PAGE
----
Obituary: Roger Moorey ; Scholar of near Eastern Archaeology

By Stephanie Dalley and Helen Whitehouse | The Independent (London, England), January 18, 2005 | Go to article overview
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Obituary: Roger Moorey ; Scholar of near Eastern Archaeology

Stephanie Dalley and Helen Whitehouse, The Independent (London, England)

ROGER MOOREY was the foremost scholar of his generation in the archaeology of the ancient Near East. His personal reputation drew to Oxford, where he was Keeper in the Department of Antiquities at the Ashmolean Museum until 2002, students and researchers from all over the world.

He was born in 1937 in Bush Hill Park, Middlesex. The early loss of his parents perhaps helped to shape a singularly independent and resolute character. He attended Mill Hill School, followed in 1956 by National Service, spent in Cyprus as a member of the Intelligence Corps. The Army instilled in him lifelong habits: punctuality, self- discipline, the rapid daily walk from home to work, and the maintenance of brilliantly polished shoes.

Going up to Corpus Christi College, Oxford, in 1958, he read Modern History, but an interest in the ancient Near East had already been kindled in his schooldays, and he was a leading light in the university's Archaeological Society.

His entire career was spent in Oxford University at the Ashmolean Museum; he resisted the temptation to cross the Atlantic for a prestigious chair. He joined the Department of Antiquities in 1961, his duties covering Egypt as well as the rest of the Near East, which gave him an unusually broad view of ancient connections. It was a flourishing department under the Keepership of Robert Hamilton, himself distinguished in Near Eastern archaeology and pursuing an active acquisitions policy. The museum could still help to sponsor excavations in the Near East in return for a share of small finds, and was also receiving significant donations. A series of exhibitions in the 1960s celebrated its links with generous collectors - most notably James Bomford - and a new Near Eastern gallery was installed.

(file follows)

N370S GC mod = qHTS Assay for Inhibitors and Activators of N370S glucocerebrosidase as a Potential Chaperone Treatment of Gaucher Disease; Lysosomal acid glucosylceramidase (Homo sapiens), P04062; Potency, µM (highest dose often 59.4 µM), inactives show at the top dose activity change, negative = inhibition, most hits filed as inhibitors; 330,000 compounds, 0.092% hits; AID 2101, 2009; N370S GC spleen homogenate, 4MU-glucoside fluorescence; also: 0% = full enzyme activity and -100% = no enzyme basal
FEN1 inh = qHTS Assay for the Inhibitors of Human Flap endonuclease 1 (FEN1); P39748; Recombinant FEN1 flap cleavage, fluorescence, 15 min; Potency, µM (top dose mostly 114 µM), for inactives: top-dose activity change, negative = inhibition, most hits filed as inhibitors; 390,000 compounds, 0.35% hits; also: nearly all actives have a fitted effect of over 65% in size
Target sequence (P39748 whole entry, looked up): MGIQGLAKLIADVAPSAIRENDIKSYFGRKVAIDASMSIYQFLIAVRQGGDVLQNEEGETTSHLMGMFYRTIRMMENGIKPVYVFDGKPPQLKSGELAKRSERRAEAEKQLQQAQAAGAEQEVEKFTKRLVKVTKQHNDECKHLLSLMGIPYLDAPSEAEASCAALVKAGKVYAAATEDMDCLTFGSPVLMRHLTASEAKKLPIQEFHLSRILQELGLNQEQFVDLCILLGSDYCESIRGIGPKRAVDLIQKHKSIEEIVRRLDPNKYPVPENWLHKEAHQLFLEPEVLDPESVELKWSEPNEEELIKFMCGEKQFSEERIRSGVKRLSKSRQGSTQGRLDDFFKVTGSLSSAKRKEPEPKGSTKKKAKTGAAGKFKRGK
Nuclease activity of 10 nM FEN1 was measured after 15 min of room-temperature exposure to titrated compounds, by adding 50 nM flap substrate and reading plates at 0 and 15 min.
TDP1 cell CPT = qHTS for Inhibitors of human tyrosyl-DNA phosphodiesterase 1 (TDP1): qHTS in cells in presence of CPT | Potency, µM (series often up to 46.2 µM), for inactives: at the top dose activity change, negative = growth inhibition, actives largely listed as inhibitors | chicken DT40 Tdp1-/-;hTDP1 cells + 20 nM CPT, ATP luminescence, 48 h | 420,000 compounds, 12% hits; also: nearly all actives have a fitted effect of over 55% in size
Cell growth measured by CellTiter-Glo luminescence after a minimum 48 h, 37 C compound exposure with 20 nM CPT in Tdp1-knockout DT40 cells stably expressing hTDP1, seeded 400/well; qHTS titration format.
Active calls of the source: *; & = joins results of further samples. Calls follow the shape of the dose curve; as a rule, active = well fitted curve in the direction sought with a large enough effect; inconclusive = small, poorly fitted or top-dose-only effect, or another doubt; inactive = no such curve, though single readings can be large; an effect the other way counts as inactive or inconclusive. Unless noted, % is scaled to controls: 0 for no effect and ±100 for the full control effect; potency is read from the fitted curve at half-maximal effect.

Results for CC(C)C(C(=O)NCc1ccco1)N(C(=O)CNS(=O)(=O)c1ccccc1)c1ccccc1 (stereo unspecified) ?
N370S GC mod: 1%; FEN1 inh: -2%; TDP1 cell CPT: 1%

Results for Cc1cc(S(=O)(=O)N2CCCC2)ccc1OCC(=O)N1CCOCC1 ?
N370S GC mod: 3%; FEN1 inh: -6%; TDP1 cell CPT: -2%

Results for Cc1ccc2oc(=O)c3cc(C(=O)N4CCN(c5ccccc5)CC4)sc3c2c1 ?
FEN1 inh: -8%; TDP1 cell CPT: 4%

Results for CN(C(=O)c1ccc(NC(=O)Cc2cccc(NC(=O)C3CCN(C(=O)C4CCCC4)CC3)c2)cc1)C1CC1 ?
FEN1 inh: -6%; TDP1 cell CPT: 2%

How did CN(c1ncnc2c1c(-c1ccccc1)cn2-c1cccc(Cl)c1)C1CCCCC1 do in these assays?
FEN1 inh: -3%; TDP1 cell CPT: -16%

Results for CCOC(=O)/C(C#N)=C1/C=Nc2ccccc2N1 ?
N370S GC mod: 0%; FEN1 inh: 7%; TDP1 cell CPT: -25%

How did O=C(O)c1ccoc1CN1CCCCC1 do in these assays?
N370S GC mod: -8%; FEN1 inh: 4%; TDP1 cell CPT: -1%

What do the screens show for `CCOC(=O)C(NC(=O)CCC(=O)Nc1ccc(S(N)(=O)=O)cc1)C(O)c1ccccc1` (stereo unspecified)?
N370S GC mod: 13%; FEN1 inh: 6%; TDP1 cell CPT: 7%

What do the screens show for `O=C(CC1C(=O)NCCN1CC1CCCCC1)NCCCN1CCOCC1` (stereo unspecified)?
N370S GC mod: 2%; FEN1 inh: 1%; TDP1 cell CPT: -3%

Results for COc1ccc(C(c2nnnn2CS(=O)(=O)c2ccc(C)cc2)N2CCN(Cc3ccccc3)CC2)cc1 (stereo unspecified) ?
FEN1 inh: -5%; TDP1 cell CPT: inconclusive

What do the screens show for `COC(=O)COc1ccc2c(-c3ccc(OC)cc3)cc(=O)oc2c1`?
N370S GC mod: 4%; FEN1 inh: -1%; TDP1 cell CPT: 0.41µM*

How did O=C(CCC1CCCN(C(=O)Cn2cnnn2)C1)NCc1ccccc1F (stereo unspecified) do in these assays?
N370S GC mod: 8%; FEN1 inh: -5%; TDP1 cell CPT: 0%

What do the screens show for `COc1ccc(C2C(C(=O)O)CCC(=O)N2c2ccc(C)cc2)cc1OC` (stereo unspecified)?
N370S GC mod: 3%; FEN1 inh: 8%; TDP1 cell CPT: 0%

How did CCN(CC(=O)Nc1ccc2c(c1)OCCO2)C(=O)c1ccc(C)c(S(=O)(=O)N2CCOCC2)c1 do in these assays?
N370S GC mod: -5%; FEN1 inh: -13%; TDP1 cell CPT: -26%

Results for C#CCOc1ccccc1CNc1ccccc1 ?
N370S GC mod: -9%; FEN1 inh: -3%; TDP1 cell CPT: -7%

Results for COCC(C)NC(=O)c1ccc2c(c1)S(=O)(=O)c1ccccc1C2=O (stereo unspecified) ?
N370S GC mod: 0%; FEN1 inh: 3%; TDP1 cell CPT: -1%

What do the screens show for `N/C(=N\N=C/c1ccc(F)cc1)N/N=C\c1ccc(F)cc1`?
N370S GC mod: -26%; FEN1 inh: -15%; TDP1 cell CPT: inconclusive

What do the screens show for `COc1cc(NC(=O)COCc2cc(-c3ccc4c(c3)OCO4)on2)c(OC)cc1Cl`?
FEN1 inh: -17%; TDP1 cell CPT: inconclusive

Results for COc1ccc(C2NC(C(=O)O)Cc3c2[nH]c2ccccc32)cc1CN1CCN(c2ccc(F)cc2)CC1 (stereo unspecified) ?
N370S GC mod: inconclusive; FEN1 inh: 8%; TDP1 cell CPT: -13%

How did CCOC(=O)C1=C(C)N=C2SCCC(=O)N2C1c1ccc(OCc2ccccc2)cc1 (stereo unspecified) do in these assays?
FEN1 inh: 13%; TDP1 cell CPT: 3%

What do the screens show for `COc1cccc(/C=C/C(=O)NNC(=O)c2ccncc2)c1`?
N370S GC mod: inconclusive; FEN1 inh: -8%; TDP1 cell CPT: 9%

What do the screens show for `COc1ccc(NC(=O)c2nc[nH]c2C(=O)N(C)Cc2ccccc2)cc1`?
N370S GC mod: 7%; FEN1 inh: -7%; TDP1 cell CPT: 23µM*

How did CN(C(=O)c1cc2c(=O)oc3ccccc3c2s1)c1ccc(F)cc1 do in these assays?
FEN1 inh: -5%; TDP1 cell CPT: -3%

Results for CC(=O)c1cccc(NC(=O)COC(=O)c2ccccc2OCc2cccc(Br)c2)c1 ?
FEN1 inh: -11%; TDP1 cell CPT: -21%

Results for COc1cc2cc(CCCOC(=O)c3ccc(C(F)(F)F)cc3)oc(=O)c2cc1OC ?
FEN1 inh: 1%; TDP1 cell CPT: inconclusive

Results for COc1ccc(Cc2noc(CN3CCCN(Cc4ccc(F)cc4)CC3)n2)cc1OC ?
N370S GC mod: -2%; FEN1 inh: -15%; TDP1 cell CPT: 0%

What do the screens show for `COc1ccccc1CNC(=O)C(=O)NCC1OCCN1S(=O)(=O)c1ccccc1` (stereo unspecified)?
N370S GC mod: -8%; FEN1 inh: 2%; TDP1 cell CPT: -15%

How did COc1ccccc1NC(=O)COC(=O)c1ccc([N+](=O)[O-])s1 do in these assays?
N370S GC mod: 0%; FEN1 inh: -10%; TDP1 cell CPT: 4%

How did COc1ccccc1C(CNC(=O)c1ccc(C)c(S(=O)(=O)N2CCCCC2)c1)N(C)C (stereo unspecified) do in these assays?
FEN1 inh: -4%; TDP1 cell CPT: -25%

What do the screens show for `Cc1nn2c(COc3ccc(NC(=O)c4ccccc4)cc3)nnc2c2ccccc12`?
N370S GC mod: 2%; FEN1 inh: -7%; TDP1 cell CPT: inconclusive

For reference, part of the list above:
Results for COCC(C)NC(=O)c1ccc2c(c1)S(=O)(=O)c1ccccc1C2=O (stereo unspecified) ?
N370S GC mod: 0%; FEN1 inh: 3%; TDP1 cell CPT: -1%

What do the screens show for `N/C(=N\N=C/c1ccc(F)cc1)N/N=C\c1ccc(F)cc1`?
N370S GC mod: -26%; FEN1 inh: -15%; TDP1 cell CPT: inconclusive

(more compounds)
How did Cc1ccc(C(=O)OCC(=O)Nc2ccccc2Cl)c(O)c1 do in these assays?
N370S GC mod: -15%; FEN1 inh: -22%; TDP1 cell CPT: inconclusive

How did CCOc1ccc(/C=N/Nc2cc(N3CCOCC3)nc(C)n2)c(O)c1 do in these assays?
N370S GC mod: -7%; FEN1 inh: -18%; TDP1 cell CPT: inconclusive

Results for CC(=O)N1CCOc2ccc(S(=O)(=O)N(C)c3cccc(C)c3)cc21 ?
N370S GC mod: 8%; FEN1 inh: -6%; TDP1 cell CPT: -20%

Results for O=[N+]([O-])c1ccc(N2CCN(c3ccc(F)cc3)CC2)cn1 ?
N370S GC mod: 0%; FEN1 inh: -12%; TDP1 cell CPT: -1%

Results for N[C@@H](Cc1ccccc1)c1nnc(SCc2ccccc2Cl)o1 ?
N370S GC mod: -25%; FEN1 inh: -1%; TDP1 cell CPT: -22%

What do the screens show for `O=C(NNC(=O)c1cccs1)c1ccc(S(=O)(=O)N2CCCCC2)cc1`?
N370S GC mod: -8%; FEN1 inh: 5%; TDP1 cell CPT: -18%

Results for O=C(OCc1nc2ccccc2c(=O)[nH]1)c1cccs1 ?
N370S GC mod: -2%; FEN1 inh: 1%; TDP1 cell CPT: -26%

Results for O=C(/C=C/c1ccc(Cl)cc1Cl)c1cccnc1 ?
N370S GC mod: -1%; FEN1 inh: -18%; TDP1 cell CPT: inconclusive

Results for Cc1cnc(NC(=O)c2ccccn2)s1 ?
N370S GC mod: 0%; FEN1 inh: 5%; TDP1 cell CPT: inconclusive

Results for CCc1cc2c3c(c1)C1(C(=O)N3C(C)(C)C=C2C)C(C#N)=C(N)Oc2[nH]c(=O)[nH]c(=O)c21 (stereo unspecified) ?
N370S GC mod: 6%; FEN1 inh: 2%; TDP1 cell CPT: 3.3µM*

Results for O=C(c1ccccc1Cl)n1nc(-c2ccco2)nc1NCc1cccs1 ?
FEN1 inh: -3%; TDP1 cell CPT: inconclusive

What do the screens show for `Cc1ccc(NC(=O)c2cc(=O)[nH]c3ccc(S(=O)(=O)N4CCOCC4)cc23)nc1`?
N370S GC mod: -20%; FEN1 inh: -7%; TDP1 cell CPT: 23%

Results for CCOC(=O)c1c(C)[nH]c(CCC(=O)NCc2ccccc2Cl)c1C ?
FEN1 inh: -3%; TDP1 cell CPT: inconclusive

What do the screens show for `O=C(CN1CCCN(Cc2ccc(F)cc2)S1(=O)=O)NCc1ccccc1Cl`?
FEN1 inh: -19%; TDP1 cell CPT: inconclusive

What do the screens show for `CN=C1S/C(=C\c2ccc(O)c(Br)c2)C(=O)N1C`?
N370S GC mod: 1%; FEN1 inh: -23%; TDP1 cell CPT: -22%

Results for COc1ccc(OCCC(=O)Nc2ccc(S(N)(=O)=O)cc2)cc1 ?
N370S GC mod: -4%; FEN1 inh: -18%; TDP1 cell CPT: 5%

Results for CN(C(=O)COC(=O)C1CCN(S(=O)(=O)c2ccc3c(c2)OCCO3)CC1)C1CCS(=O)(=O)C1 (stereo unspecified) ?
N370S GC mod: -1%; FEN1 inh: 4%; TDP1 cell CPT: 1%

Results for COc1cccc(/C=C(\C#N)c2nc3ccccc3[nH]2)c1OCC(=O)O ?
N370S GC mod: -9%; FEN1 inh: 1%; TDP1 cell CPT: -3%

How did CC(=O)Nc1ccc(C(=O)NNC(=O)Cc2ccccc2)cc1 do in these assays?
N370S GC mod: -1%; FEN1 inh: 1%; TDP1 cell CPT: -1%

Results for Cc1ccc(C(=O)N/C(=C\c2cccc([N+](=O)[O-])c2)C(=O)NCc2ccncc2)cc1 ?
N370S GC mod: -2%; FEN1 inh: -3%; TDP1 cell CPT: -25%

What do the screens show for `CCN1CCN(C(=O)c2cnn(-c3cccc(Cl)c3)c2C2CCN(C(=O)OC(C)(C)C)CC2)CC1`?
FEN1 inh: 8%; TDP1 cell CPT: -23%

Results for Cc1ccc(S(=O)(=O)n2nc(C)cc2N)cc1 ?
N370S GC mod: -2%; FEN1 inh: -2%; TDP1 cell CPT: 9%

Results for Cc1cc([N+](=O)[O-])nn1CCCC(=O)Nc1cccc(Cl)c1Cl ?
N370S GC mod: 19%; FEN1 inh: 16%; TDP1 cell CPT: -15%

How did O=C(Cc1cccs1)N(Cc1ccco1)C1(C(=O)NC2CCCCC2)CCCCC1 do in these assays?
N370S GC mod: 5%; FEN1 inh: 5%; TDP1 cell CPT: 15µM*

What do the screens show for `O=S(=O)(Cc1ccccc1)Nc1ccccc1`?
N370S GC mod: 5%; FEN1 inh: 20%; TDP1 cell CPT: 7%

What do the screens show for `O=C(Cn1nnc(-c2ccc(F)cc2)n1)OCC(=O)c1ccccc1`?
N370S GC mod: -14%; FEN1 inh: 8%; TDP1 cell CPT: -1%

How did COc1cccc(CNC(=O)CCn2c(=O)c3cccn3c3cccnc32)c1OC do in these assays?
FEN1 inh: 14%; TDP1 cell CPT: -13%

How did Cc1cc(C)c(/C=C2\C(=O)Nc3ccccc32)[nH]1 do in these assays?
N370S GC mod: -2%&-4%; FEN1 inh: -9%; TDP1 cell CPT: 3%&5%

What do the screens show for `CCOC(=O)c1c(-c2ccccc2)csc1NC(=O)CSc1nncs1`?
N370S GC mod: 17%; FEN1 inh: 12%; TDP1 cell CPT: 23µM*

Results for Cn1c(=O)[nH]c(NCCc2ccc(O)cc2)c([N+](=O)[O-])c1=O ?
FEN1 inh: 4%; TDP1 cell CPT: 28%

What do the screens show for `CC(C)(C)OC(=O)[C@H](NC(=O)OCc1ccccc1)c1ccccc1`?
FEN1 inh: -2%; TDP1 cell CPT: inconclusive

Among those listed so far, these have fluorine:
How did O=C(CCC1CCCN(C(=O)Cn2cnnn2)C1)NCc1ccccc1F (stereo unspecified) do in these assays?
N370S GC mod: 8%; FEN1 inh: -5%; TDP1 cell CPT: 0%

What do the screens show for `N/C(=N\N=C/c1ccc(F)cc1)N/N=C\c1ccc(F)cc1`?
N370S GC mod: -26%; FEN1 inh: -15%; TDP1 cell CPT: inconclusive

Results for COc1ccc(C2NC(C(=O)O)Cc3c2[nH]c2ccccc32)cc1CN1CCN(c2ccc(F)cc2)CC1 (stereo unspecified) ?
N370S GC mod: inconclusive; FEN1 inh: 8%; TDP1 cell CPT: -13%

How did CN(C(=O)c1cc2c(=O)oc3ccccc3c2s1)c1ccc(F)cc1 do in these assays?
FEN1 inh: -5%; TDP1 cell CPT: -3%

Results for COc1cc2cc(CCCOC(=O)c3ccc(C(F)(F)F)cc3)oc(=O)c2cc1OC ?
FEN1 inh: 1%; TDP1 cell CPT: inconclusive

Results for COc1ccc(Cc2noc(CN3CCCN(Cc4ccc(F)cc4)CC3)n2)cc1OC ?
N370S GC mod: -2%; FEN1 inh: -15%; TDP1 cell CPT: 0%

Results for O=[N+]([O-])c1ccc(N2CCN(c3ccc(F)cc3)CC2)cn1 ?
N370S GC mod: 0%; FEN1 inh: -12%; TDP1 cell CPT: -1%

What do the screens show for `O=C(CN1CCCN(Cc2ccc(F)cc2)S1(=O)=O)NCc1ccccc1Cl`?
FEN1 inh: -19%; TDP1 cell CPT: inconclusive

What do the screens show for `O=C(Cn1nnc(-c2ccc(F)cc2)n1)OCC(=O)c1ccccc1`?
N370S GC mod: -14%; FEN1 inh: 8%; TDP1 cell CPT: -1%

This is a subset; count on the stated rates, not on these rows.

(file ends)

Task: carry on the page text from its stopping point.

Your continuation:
At the end of the decade constitutional changes included the recommendation that the museum's curators should "assist in relevant teaching and research within the university": these were the activities closest to Roger Moorey's heart, and for almost 30 years he was a committed and influential teacher.

He was a good listener, whose breadth of interests, clear thinking, and humour could inspire his students and set them on course for their own achievements. He could communicate at all levels; a question from a member of the public was accorded as carefully considered an answer as a query from one of his professional peers, and he welcomed unreservedly the recent widening of the museum's involvement in public education.

He became Keeper of the Department of Antiquities in 1983, bringing to the post that wisdom and humanity which were equally esteemed at Wolfson College, where he was a Fellow from 1976, and in the university, as well as on the various national committees of which he was an eagerly sought member. He disliked confrontation and would work for a consensus. Latterly he acted for two periods as director of the museum, a post which he never wished for himself.

His prodigious output in writing and editing began even before the completion of his doctorate, awarded in 1967 for a catalogue of the museum's Persian bronzes which passed swiftly into print (Catalogue of the Ancient Persian Bronzes in the Ashmolean Museum, 1971).

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